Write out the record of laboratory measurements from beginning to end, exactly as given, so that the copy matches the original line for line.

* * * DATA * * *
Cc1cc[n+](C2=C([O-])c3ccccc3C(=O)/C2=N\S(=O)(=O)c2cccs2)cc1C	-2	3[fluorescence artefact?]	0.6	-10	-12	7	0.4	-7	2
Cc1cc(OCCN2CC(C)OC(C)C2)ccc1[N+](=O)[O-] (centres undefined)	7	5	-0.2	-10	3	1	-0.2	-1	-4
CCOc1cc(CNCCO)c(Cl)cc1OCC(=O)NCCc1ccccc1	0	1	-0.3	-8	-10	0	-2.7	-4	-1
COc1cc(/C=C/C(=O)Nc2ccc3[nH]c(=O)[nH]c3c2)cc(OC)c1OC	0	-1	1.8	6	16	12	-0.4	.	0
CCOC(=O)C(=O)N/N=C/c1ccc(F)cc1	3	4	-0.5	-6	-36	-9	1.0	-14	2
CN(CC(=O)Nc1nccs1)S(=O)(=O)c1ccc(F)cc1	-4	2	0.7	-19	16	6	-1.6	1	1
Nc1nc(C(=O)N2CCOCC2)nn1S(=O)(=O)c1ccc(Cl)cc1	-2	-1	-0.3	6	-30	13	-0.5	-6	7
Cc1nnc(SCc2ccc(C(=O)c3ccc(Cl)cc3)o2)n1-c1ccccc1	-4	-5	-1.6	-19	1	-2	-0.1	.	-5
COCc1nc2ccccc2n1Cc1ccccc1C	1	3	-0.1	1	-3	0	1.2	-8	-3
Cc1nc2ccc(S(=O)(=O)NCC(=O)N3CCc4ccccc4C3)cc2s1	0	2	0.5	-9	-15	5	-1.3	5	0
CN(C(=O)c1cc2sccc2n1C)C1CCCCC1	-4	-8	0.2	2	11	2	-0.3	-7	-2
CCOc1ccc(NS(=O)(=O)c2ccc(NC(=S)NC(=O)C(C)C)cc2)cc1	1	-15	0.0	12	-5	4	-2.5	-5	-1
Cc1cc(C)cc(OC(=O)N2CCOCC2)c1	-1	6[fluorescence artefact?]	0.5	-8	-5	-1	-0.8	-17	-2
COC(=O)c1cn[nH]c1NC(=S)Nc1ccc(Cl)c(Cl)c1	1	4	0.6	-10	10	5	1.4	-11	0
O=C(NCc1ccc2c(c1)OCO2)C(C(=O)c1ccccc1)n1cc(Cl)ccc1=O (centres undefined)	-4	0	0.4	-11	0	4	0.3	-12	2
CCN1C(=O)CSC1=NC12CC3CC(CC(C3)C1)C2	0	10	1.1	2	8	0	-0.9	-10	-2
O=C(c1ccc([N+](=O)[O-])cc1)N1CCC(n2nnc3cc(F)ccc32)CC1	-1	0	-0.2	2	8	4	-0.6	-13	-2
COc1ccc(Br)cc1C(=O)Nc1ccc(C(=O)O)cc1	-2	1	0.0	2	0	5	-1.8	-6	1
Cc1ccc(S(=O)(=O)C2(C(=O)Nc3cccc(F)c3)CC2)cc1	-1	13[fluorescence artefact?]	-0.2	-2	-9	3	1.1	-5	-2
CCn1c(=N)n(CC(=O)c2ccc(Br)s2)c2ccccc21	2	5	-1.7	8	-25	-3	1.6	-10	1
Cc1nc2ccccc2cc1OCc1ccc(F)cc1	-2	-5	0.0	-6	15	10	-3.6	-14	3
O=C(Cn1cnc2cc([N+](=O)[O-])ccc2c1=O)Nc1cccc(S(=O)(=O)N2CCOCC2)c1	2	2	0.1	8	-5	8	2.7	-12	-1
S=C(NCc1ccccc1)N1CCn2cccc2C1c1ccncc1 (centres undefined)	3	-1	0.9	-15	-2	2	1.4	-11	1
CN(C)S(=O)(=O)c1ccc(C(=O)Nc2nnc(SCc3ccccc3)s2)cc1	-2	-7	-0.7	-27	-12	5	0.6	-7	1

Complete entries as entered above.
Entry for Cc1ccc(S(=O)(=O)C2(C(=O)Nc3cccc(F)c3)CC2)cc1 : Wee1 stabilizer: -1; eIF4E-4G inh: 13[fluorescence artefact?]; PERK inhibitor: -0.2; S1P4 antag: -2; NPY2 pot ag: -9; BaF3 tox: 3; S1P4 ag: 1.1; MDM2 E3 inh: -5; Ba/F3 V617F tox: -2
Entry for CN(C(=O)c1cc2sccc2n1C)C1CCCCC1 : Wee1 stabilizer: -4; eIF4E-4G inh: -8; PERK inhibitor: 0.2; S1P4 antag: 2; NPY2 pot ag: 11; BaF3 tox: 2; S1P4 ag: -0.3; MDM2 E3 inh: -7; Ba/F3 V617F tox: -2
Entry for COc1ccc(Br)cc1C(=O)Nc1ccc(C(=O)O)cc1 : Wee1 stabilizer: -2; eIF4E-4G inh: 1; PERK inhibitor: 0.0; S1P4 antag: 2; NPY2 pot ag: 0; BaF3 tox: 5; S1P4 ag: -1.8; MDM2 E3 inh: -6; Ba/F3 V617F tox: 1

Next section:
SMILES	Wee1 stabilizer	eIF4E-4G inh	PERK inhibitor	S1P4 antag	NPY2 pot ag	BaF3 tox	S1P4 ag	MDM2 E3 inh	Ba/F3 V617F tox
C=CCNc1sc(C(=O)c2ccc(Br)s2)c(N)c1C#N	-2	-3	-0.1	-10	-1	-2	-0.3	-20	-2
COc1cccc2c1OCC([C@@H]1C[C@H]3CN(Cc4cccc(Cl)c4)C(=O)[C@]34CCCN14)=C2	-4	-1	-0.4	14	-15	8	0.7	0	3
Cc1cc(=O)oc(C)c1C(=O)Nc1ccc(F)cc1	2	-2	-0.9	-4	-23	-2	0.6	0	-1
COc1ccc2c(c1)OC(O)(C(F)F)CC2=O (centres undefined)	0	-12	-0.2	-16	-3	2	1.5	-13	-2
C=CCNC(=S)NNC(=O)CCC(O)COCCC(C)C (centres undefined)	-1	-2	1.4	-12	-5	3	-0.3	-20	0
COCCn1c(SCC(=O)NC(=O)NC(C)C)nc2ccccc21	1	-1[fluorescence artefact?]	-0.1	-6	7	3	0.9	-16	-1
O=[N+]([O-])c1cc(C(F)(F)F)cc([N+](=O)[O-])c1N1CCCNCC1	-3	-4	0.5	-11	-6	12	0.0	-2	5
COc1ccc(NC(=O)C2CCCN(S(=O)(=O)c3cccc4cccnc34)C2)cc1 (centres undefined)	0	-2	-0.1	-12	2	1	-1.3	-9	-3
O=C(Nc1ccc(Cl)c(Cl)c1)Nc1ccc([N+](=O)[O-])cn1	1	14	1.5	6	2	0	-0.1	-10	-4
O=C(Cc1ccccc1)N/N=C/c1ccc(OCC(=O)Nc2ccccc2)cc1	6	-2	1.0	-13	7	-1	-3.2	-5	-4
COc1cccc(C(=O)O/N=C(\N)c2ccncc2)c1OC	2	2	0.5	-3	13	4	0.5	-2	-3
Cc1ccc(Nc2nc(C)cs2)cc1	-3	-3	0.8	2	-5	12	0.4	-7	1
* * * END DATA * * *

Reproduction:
Cc1cc[n+](C2=C([O-])c3ccccc3C(=O)/C2=N\S(=O)(=O)c2cccs2)cc1C	-2	3[fluorescence artefact?]	0.6	-10	-12	7	0.4	-7	2
Cc1cc(OCCN2CC(C)OC(C)C2)ccc1[N+](=O)[O-] (centres undefined)	7	5	-0.2	-10	3	1	-0.2	-1	-4
CCOc1cc(CNCCO)c(Cl)cc1OCC(=O)NCCc1ccccc1	0	1	-0.3	-8	-10	0	-2.7	-4	-1
COc1cc(/C=C/C(=O)Nc2ccc3[nH]c(=O)[nH]c3c2)cc(OC)c1OC	0	-1	1.8	6	16	12	-0.4	.	0
CCOC(=O)C(=O)N/N=C/c1ccc(F)cc1	3	4	-0.5	-6	-36	-9	1.0	-14	2
CN(CC(=O)Nc1nccs1)S(=O)(=O)c1ccc(F)cc1	-4	2	0.7	-19	16	6	-1.6	1	1
Nc1nc(C(=O)N2CCOCC2)nn1S(=O)(=O)c1ccc(Cl)cc1	-2	-1	-0.3	6	-30	13	-0.5	-6	7
Cc1nnc(SCc2ccc(C(=O)c3ccc(Cl)cc3)o2)n1-c1ccccc1	-4	-5	-1.6	-19	1	-2	-0.1	.	-5
COCc1nc2ccccc2n1Cc1ccccc1C	1	3	-0.1	1	-3	0	1.2	-8	-3
Cc1nc2ccc(S(=O)(=O)NCC(=O)N3CCc4ccccc4C3)cc2s1	0	2	0.5	-9	-15	5	-1.3	5	0
CN(C(=O)c1cc2sccc2n1C)C1CCCCC1	-4	-8	0.2	2	11	2	-0.3	-7	-2
CCOc1ccc(NS(=O)(=O)c2ccc(NC(=S)NC(=O)C(C)C)cc2)cc1	1	-15	0.0	12	-5	4	-2.5	-5	-1
Cc1cc(C)cc(OC(=O)N2CCOCC2)c1	-1	6[fluorescence artefact?]	0.5	-8	-5	-1	-0.8	-17	-2
COC(=O)c1cn[nH]c1NC(=S)Nc1ccc(Cl)c(Cl)c1	1	4	0.6	-10	10	5	1.4	-11	0
O=C(NCc1ccc2c(c1)OCO2)C(C(=O)c1ccccc1)n1cc(Cl)ccc1=O (centres undefined)	-4	0	0.4	-11	0	4	0.3	-12	2
CCN1C(=O)CSC1=NC12CC3CC(CC(C3)C1)C2	0	10	1.1	2	8	0	-0.9	-10	-2
O=C(c1ccc([N+](=O)[O-])cc1)N1CCC(n2nnc3cc(F)ccc32)CC1	-1	0	-0.2	2	8	4	-0.6	-13	-2
COc1ccc(Br)cc1C(=O)Nc1ccc(C(=O)O)cc1	-2	1	0.0	2	0	5	-1.8	-6	1
Cc1ccc(S(=O)(=O)C2(C(=O)Nc3cccc(F)c3)CC2)cc1	-1	13[fluorescence artefact?]	-0.2	-2	-9	3	1.1	-5	-2
CCn1c(=N)n(CC(=O)c2ccc(Br)s2)c2ccccc21	2	5	-1.7	8	-25	-3	1.6	-10	1
Cc1nc2ccccc2cc1OCc1ccc(F)cc1	-2	-5	0.0	-6	15	10	-3.6	-14	3
O=C(Cn1cnc2cc([N+](=O)[O-])ccc2c1=O)Nc1cccc(S(=O)(=O)N2CCOCC2)c1	2	2	0.1	8	-5	8	2.7	-12	-1
S=C(NCc1ccccc1)N1CCn2cccc2C1c1ccncc1 (centres undefined)	3	-1	0.9	-15	-2	2	1.4	-11	1
CN(C)S(=O)(=O)c1ccc(C(=O)Nc2nnc(SCc3ccccc3)s2)cc1	-2	-7	-0.7	-27	-12	5	0.6	-7	1

Complete entries as entered above.
Entry for Cc1ccc(S(=O)(=O)C2(C(=O)Nc3cccc(F)c3)CC2)cc1 : Wee1 stabilizer: -1; eIF4E-4G inh: 13[fluorescence artefact?]; PERK inhibitor: -0.2; S1P4 antag: -2; NPY2 pot ag: -9; BaF3 tox: 3; S1P4 ag: 1.1; MDM2 E3 inh: -5; Ba/F3 V617F tox: -2
Entry for CN(C(=O)c1cc2sccc2n1C)C1CCCCC1 : Wee1 stabilizer: -4; eIF4E-4G inh: -8; PERK inhibitor: 0.2; S1P4 antag: 2; NPY2 pot ag: 11; BaF3 tox: 2; S1P4 ag: -0.3; MDM2 E3 inh: -7; Ba/F3 V617F tox: -2
Entry for COc1ccc(Br)cc1C(=O)Nc1ccc(C(=O)O)cc1 : Wee1 stabilizer: -2; eIF4E-4G inh: 1; PERK inhibitor: 0.0; S1P4 antag: 2; NPY2 pot ag: 0; BaF3 tox: 5; S1P4 ag: -1.8; MDM2 E3 inh: -6; Ba/F3 V617F tox: 1

Next section:
SMILES	Wee1 stabilizer	eIF4E-4G inh	PERK inhibitor	S1P4 antag	NPY2 pot ag	BaF3 tox	S1P4 ag	MDM2 E3 inh	Ba/F3 V617F tox
C=CCNc1sc(C(=O)c2ccc(Br)s2)c(N)c1C#N	-2	-3	-0.1	-10	-1	-2	-0.3	-20	-2
COc1cccc2c1OCC([C@@H]1C[C@H]3CN(Cc4cccc(Cl)c4)C(=O)[C@]34CCCN14)=C2	-4	-1	-0.4	14	-15	8	0.7	0	3
Cc1cc(=O)oc(C)c1C(=O)Nc1ccc(F)cc1	2	-2	-0.9	-4	-23	-2	0.6	0	-1
COc1ccc2c(c1)OC(O)(C(F)F)CC2=O (centres undefined)	0	-12	-0.2	-16	-3	2	1.5	-13	-2
C=CCNC(=S)NNC(=O)CCC(O)COCCC(C)C (centres undefined)	-1	-2	1.4	-12	-5	3	-0.3	-20	0
COCCn1c(SCC(=O)NC(=O)NC(C)C)nc2ccccc21	1	-1[fluorescence artefact?]	-0.1	-6	7	3	0.9	-16	-1
O=[N+]([O-])c1cc(C(F)(F)F)cc([N+](=O)[O-])c1N1CCCNCC1	-3	-4	0.5	-11	-6	12	0.0	-2	5
COc1ccc(NC(=O)C2CCCN(S(=O)(=O)c3cccc4cccnc34)C2)cc1 (centres undefined)	0	-2	-0.1	-12	2	1	-1.3	-9	-3
O=C(Nc1ccc(Cl)c(Cl)c1)Nc1ccc([N+](=O)[O-])cn1	1	14	1.5	6	2	0	-0.1	-10	-4
O=C(Cc1ccccc1)N/N=C/c1ccc(OCC(=O)Nc2ccccc2)cc1	6	-2	1.0	-13	7	-1	-3.2	-5	-4
COc1cccc(C(=O)O/N=C(\N)c2ccncc2)c1OC	2	2	0.5	-3	13	4	0.5	-2	-3
Cc1ccc(Nc2nc(C)cs2)cc1	-3	-3	0.8	2	-5	12	0.4	-7	1